The country was a source country for trafficking. Young women were by far the most common targets; trafficking of boys rarely was reported, but girls as young as 9 years of age were trafficked. While the vast majority of trafficking was of women and girls for sexual exploitation, women and girls sometimes were trafficked for domestic service, manual or semi-skilled bonded labor, or other purposes. Most women and girls trafficked from the country went to India. According to the 2003-04 annual report of the Attorney General's Office, 133 trafficking cases were filed in district attorneys' offices across the country. At year's end, of the 133 cases, 32 resulted in full or partial convictions, 18 in acquittal, and 83 remained pending.
Local NGOs combating trafficking estimated that from 5,000 to 12,000 women and girls were lured or abducted annually into India and subsequently forced into prostitution; however, these numbers were not consistent, and NGOs were seeking better estimates. Citizens reportedly also were trafficked to Hong Kong, Saudi Arabia, and other countries in the Middle East. A ban on female domestic labor leaving the country to work in Saudi Arabia and other countries in the Gulf was lifted in January 2003 for the organized sector. Women who have proof of external employment with an organization of 10 or more employees may travel to the Gulf.
Hundreds of girls and women returned voluntarily or were rescued and repatriated to the country annually after having worked as commercial sex workers in India. Most were destitute and, according to some estimates, 50 percent were HIV-positive when they returned.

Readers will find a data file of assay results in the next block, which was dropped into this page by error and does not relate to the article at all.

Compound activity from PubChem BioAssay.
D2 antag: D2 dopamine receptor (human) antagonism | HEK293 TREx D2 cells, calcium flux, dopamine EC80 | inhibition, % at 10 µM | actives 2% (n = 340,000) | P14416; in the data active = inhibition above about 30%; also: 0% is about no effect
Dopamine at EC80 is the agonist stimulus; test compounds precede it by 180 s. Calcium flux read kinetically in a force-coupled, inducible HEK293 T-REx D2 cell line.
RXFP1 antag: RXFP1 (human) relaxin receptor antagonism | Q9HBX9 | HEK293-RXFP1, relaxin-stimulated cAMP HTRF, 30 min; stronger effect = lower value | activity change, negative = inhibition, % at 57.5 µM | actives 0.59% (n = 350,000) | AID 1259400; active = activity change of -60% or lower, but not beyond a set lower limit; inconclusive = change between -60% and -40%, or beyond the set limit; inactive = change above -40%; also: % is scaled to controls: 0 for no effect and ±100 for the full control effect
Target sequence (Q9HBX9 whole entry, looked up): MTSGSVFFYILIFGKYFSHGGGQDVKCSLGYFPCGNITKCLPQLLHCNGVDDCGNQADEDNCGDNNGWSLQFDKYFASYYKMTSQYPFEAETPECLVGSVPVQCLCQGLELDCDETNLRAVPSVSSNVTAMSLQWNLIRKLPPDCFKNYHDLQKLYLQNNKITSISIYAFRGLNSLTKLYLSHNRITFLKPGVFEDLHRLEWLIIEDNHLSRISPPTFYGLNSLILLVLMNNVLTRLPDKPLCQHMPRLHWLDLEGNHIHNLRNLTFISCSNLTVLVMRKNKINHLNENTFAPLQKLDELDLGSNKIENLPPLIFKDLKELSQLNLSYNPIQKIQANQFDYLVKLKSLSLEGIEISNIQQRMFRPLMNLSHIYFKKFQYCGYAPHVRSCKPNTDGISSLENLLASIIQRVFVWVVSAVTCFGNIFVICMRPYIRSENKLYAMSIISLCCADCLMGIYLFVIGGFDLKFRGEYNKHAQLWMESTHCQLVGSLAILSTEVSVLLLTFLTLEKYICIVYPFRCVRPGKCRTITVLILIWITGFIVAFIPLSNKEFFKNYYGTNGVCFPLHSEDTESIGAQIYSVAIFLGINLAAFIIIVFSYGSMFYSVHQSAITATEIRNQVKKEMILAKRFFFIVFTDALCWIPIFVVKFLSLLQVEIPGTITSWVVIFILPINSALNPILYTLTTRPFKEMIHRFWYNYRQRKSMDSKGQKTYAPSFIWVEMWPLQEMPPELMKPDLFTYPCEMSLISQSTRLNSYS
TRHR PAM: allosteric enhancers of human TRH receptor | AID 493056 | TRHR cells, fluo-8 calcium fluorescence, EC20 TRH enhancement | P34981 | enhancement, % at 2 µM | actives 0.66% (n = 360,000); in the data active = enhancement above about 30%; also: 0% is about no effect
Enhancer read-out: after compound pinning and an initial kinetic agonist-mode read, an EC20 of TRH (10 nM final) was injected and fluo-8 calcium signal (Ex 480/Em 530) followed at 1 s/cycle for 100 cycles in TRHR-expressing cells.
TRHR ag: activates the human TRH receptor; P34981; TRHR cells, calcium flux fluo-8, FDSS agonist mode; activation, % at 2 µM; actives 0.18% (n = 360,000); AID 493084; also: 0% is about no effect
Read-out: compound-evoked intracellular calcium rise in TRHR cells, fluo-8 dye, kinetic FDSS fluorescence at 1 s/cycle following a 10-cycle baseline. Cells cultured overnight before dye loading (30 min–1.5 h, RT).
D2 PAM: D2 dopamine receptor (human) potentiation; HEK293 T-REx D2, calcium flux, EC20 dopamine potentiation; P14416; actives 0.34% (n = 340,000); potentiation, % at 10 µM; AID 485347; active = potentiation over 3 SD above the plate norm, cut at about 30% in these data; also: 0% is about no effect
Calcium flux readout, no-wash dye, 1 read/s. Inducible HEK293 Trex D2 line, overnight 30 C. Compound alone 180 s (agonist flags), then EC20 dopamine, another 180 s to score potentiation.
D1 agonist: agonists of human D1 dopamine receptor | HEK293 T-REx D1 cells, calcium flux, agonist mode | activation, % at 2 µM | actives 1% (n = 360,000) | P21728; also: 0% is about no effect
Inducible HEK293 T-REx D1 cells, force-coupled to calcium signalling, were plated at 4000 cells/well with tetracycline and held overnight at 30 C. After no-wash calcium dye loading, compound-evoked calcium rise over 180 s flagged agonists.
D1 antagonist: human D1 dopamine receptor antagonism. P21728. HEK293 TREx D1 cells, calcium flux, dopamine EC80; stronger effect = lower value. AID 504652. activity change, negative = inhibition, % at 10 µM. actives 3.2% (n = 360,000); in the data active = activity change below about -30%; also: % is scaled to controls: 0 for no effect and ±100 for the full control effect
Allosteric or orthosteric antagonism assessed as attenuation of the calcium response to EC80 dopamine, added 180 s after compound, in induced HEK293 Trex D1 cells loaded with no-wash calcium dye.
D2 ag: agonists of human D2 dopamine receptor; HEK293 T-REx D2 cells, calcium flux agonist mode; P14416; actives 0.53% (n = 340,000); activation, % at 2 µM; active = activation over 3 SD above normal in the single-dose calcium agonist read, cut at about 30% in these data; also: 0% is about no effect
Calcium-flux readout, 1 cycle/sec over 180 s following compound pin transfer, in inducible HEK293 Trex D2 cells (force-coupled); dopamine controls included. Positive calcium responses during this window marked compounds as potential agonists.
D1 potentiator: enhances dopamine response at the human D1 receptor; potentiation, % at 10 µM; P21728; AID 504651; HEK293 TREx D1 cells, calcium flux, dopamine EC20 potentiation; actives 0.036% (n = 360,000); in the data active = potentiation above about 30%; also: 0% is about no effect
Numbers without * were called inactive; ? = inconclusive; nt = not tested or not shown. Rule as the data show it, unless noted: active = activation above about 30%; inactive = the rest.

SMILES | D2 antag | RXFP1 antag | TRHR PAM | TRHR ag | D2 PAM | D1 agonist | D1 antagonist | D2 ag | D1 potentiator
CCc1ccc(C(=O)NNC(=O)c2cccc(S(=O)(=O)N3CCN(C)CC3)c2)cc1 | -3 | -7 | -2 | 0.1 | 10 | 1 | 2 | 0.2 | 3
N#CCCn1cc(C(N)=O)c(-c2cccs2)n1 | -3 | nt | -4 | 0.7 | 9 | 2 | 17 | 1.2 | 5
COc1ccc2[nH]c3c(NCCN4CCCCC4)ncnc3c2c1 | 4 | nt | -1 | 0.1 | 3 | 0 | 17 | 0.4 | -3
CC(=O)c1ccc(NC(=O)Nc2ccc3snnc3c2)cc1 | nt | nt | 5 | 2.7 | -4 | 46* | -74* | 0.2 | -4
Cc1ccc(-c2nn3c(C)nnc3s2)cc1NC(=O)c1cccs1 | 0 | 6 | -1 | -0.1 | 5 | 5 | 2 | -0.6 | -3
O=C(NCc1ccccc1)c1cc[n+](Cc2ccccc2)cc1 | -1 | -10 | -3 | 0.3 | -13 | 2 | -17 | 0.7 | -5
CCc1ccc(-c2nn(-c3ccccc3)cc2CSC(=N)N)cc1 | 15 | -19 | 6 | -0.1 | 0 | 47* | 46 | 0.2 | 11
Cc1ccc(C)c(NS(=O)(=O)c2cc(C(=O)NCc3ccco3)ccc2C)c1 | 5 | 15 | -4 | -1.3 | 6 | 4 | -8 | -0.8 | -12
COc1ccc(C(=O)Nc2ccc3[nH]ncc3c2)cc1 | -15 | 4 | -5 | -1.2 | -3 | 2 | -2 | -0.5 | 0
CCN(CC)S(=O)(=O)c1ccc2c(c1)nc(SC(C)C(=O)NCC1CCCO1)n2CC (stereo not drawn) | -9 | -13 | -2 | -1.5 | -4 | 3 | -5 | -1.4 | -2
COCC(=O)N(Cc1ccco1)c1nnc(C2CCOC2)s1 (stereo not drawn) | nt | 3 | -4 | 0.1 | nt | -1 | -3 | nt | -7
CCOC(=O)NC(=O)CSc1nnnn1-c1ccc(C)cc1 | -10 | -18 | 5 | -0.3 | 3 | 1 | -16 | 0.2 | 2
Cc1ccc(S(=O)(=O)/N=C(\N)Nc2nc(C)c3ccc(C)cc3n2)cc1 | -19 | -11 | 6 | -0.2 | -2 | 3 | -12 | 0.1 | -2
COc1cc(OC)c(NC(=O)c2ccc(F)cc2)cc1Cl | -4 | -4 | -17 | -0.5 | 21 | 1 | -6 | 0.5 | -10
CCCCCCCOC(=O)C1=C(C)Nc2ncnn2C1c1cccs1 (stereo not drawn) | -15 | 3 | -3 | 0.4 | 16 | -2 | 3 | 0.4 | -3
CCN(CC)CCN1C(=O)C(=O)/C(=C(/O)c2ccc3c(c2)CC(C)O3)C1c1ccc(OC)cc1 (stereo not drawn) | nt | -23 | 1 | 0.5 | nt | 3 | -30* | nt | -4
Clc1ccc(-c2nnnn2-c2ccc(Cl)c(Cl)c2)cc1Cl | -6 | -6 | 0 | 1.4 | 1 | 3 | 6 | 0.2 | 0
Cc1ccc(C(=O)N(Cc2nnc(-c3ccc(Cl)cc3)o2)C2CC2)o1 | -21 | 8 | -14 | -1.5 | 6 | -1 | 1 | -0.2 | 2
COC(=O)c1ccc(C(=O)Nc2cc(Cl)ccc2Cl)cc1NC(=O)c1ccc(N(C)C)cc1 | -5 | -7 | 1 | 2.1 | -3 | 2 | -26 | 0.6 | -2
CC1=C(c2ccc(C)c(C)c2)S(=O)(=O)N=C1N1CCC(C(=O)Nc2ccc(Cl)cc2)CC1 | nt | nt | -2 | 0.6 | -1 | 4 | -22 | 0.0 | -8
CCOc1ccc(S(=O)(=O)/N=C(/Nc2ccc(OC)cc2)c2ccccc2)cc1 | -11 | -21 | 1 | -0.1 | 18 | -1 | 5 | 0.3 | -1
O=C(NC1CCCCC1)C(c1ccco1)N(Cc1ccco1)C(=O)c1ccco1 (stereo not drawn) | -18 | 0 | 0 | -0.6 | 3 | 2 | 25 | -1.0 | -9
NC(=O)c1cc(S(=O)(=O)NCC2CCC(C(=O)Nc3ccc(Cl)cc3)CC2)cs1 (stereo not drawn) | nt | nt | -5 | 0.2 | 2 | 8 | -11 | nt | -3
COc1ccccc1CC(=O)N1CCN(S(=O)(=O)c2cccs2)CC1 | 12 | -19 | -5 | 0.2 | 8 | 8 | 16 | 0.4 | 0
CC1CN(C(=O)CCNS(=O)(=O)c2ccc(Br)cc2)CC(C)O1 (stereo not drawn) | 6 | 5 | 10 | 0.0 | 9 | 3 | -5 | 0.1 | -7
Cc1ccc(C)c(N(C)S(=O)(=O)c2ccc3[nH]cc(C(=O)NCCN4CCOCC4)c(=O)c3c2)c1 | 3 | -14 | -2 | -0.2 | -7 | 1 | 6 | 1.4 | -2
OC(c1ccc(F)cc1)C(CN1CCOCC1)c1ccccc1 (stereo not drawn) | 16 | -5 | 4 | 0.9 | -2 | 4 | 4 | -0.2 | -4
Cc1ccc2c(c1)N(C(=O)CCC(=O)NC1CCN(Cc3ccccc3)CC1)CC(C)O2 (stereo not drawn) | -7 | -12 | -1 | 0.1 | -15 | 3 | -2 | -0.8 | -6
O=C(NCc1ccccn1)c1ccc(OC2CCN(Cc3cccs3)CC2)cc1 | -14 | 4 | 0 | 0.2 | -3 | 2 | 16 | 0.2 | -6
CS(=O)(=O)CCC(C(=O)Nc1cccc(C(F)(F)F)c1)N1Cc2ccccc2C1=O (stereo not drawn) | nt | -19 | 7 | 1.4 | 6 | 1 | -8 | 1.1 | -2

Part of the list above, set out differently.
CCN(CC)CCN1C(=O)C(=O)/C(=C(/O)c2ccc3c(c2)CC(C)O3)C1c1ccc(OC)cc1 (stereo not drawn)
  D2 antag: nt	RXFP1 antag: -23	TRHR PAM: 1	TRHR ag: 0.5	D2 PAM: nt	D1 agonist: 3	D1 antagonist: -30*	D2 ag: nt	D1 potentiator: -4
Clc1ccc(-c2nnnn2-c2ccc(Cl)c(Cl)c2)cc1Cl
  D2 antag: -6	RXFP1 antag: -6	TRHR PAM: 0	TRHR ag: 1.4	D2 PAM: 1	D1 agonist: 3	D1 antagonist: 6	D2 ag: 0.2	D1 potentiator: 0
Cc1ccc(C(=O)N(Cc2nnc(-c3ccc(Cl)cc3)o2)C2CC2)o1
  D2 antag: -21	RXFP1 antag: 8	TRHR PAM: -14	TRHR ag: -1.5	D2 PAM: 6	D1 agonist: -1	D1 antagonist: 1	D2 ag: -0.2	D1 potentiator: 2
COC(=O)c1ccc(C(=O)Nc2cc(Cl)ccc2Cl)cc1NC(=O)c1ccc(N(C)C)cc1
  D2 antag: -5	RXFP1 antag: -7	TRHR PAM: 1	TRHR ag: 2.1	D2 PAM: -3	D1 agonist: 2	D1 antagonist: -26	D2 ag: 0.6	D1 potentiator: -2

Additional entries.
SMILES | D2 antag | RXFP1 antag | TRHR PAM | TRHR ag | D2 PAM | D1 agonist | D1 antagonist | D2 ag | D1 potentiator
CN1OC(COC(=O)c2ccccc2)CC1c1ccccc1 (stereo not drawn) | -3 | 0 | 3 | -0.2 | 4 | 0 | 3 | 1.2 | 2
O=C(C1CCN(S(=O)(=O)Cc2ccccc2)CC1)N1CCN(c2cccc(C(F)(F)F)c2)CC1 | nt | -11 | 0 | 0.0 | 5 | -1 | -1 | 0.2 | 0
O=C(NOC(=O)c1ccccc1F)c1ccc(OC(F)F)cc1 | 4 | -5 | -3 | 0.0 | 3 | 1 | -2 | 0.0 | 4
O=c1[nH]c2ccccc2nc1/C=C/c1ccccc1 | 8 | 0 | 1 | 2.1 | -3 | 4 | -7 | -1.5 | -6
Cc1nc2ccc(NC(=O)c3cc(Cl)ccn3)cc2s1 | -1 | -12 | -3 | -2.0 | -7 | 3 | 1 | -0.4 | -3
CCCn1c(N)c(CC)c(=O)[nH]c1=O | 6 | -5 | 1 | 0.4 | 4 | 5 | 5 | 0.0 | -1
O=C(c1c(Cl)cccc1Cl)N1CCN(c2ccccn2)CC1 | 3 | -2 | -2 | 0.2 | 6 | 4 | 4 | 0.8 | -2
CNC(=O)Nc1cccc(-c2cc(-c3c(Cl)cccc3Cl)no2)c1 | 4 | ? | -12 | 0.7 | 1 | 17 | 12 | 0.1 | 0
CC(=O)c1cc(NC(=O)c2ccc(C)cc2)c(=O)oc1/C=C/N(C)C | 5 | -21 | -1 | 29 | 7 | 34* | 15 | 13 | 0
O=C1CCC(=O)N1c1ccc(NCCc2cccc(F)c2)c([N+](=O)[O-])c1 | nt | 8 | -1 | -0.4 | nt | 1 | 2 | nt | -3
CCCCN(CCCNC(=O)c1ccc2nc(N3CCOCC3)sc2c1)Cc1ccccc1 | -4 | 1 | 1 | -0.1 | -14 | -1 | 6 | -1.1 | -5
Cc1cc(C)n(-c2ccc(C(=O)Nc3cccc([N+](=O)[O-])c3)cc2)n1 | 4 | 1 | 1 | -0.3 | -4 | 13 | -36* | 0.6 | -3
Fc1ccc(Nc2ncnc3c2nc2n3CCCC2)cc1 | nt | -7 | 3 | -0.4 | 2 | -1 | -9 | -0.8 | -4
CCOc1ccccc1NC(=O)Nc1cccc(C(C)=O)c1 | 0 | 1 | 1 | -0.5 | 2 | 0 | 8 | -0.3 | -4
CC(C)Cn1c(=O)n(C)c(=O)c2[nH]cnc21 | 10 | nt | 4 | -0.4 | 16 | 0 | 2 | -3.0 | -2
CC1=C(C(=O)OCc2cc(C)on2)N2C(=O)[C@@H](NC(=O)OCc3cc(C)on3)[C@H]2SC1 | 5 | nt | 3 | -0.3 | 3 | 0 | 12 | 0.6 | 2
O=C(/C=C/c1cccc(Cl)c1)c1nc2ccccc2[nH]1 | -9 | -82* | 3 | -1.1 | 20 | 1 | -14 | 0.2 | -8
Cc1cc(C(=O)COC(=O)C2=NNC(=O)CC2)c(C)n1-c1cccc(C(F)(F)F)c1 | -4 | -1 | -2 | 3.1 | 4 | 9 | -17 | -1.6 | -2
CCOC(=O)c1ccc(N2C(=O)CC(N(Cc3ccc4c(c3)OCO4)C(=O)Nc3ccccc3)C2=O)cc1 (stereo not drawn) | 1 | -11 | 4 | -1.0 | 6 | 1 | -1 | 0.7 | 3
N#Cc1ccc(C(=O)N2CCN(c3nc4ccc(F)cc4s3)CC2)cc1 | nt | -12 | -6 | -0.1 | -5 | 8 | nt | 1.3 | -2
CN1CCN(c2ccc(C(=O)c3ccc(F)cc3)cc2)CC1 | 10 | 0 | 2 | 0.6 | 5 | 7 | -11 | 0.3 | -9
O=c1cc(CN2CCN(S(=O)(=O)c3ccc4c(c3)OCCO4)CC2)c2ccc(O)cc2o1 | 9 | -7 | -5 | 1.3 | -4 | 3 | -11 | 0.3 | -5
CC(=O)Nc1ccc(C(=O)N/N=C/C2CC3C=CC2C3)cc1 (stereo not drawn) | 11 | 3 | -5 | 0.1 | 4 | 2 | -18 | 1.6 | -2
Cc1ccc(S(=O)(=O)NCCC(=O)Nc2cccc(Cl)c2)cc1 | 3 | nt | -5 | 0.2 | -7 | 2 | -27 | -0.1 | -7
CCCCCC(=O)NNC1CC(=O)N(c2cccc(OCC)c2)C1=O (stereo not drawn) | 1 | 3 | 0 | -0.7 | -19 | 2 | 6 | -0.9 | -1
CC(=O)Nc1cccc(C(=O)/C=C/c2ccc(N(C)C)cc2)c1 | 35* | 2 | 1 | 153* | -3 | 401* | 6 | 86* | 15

A 2001 study by the ILO International Program on the Elimination of Child Labor found that 30 percent of sex workers in Kathmandu were below 18 years of age. Another study by a foreign labor department states that 5,000 to 7,000 sex workers were between the ages of 10 and 18 years.
Government officials suspected that organized crime groups and marriage brokers were the primary perpetrators of trafficking in the country. The traffickers usually were from the country, but had links to brothels in India. In some cases, parents or relatives sold women and young girls into sexual slavery. NGOs' unverified estimates were that approximately 50 percent of the victims were lured to India with the promise of good jobs and marriage, 40 percent of the victims were sold by a family member, and 10 percent were kidnapped. NGOs have found that once prevention programs were initiated in a district, the traffickers moved to other areas. Youth displaced from homes as a result of the insurgency were especially vulnerable to being trafficked.
While the Government lacked both the resources and institutional capability to address effectively its trafficking problem, the Government has established a National Task Force at the Ministry of Women, Children and Social Welfare (MOWCSW) with personnel assigned to coordinate the response. There were programs in place to train police, and the MOWCSW worked closely with local NGOs to rehabilitate and otherwise assist victims. While the Government promulgated a National Plan of Action to combat trafficking in August 2003, its implementation was haphazard.
The Government provided limited funding to NGOs to provide assistance to victims with rehabilitation, medical care, and legal services. The Ministry of Labor and Social Welfare sponsored job and skill training programs in several poor districts known for sending commercial sex workers to India. The Government protected the rights of victims and did not detain, jail, or prosecute them for violations of other laws.